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20 - Implications of Biological Research on Intelligence for Education and Public Policy

from Part V - Translating Research on the Neuroscience of Intelligence into Action

Published online by Cambridge University Press:  11 June 2021

Aron K. Barbey
University of Illinois, Urbana-Champaign
Sherif Karama
McGill University, Montréal
Richard J. Haier
University of California, Irvine
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In his 2011 book, Incognito, Stanford neuroscientist David Eagleman asked us to:

Imagine for a moment that we are nothing but the product of billions of years of molecules coming together and ratcheting up through natural selection, that we are composed only of highways of fluids and chemicals sliding along roadways within billions of dancing cells, that trillions of synaptic conversations hum in parallel, that this vast egglike fabric of micron-thin circuitry runs algorithms undreamt of in modern science, and that these neural programs give rise to our decision making, loves, desires, fears, and aspirations.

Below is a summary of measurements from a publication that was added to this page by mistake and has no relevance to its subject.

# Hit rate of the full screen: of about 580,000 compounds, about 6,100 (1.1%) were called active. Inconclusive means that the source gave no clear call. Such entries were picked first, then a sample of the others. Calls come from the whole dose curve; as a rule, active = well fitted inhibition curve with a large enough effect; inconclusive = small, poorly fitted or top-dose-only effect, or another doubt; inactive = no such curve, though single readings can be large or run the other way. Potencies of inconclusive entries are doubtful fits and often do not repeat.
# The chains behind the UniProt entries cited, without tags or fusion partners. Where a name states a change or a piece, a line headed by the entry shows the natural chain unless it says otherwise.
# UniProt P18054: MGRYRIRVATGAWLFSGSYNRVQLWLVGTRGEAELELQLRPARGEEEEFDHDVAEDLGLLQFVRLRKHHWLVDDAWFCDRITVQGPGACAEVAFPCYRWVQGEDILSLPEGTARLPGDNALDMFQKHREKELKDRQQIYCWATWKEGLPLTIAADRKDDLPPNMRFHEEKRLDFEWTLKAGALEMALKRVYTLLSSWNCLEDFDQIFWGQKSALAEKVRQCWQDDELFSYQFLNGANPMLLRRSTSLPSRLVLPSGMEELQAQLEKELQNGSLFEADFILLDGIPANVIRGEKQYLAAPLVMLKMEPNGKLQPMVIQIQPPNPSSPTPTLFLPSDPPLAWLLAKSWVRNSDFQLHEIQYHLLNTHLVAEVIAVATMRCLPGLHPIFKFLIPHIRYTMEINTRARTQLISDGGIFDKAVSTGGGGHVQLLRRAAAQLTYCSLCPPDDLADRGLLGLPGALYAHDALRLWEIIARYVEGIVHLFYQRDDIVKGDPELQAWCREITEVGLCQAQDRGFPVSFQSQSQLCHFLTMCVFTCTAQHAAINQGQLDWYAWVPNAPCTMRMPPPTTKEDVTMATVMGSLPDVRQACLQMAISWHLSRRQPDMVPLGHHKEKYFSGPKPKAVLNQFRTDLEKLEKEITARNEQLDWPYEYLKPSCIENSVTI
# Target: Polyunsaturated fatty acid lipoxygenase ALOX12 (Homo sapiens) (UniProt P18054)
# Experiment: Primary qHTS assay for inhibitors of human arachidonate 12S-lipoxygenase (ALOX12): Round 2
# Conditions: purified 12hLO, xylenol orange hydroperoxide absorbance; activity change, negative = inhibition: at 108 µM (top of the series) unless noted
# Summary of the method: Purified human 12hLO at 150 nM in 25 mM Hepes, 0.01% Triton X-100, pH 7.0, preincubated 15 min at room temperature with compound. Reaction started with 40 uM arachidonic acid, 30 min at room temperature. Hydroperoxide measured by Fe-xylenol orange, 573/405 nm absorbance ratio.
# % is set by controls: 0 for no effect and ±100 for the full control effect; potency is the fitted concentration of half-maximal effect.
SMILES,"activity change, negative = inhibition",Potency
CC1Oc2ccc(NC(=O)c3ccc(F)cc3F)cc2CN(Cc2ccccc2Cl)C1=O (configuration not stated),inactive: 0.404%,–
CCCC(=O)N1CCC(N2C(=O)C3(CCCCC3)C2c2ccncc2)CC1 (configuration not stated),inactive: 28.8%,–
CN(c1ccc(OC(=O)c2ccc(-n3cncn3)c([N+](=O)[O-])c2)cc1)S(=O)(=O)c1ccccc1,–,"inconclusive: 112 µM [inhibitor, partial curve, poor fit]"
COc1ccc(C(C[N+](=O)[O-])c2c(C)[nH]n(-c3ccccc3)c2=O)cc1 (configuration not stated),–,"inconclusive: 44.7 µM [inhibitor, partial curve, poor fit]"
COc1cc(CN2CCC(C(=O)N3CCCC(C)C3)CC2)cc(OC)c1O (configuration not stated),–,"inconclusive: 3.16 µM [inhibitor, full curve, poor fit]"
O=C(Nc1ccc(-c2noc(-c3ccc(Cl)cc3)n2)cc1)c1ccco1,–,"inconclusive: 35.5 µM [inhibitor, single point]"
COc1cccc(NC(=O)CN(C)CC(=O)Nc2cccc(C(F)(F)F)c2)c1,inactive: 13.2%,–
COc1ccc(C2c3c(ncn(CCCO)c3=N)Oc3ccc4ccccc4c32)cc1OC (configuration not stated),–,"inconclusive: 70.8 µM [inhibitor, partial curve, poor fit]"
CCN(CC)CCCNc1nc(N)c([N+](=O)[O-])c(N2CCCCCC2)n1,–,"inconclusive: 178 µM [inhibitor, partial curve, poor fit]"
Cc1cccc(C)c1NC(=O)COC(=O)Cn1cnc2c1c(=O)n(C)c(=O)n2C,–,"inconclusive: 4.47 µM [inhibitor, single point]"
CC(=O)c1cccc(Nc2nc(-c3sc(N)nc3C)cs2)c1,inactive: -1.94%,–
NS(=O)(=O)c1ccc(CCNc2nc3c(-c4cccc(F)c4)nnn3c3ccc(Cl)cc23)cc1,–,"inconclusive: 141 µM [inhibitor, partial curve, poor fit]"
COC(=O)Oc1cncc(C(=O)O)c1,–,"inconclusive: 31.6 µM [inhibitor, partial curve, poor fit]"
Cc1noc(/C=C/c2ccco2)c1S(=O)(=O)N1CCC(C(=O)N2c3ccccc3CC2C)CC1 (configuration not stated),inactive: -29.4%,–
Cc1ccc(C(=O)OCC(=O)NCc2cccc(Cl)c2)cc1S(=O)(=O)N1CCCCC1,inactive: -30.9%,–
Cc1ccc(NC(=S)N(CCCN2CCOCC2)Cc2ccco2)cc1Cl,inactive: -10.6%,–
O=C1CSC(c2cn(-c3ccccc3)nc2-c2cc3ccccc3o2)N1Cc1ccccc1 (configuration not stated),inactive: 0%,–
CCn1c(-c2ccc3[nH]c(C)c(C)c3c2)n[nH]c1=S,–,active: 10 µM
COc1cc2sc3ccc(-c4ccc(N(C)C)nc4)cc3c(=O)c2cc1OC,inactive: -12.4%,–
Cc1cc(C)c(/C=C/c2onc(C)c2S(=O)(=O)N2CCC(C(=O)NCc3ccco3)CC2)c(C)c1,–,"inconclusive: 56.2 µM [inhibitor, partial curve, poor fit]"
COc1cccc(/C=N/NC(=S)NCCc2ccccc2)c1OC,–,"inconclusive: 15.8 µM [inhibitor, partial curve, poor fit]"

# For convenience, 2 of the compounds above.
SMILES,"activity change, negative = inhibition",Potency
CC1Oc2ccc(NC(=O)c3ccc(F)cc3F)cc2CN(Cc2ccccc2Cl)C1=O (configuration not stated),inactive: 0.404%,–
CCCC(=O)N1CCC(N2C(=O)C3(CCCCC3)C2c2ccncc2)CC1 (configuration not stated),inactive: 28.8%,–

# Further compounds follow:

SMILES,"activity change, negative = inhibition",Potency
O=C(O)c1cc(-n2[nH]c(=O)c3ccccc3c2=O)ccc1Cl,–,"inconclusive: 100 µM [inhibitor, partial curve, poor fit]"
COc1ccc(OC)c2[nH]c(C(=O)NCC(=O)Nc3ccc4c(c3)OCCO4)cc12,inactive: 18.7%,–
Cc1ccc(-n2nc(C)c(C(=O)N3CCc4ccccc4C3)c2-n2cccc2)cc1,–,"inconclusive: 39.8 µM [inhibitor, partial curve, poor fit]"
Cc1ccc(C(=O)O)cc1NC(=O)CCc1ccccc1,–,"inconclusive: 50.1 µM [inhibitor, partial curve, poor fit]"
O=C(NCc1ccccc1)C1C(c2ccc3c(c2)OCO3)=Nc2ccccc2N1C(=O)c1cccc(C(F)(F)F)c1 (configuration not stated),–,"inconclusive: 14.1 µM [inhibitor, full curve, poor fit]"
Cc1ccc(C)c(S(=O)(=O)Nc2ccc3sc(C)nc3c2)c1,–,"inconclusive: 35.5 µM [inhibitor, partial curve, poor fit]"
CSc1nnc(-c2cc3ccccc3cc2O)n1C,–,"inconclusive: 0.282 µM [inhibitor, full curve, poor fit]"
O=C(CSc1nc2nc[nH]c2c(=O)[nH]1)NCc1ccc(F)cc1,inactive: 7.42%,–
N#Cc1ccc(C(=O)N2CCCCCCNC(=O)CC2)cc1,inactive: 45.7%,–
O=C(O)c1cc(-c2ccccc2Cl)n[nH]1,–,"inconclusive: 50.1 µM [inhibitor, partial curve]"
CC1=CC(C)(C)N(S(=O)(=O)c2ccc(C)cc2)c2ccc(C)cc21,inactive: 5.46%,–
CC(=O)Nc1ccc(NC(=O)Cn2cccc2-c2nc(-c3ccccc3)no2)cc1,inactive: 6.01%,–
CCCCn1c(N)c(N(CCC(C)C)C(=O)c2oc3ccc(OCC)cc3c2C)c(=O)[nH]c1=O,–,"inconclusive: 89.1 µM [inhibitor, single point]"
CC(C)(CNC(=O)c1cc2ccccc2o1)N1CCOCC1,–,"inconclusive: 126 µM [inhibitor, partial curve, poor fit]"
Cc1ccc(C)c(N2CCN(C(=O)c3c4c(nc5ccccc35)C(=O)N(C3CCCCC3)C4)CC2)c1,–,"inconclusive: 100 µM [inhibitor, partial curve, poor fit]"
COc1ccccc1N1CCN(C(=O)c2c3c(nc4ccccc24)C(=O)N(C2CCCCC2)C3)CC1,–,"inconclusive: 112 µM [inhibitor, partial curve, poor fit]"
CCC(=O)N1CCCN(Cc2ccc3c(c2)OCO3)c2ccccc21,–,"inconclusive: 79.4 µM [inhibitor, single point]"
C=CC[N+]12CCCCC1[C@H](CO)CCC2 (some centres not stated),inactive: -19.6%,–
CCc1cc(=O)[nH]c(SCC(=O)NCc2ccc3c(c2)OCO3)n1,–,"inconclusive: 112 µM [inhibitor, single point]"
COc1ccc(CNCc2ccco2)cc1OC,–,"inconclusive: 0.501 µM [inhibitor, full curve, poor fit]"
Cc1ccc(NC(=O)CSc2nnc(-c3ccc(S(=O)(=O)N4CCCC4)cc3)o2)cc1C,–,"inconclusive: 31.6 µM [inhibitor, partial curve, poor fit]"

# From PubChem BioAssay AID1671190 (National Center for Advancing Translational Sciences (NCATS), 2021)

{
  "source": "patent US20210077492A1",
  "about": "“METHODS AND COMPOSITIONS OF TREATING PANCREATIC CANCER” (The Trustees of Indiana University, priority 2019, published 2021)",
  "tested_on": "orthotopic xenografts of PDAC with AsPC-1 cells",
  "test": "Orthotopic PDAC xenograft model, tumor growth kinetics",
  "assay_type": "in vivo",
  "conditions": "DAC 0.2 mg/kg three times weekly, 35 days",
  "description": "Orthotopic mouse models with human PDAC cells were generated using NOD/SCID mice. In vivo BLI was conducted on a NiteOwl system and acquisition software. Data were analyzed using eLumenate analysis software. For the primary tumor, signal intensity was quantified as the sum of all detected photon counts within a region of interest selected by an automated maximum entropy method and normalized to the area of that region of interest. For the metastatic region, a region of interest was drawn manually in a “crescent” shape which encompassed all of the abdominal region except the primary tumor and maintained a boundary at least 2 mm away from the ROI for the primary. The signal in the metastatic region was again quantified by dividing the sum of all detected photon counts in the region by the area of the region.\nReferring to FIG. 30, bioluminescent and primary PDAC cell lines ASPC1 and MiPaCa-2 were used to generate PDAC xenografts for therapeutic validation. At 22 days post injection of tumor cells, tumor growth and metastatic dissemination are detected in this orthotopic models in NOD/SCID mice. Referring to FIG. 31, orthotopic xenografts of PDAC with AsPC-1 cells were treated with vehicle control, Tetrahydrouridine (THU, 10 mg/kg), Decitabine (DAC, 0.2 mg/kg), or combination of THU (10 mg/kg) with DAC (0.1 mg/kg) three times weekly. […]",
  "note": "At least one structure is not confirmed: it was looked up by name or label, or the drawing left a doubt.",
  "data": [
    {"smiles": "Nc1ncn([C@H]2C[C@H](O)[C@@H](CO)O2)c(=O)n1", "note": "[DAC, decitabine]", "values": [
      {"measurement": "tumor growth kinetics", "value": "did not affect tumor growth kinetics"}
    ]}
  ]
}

(Eagleman, 2011, p. 223)
Eagleman makes a case for the inherent loveliness of this materialist daydream. He says:

To me, that understanding would be a numinous experience, better than anything ever proposed in anyone’s holy text.

(p. 224)

Publisher: Cambridge University Press
Print publication year: 2021

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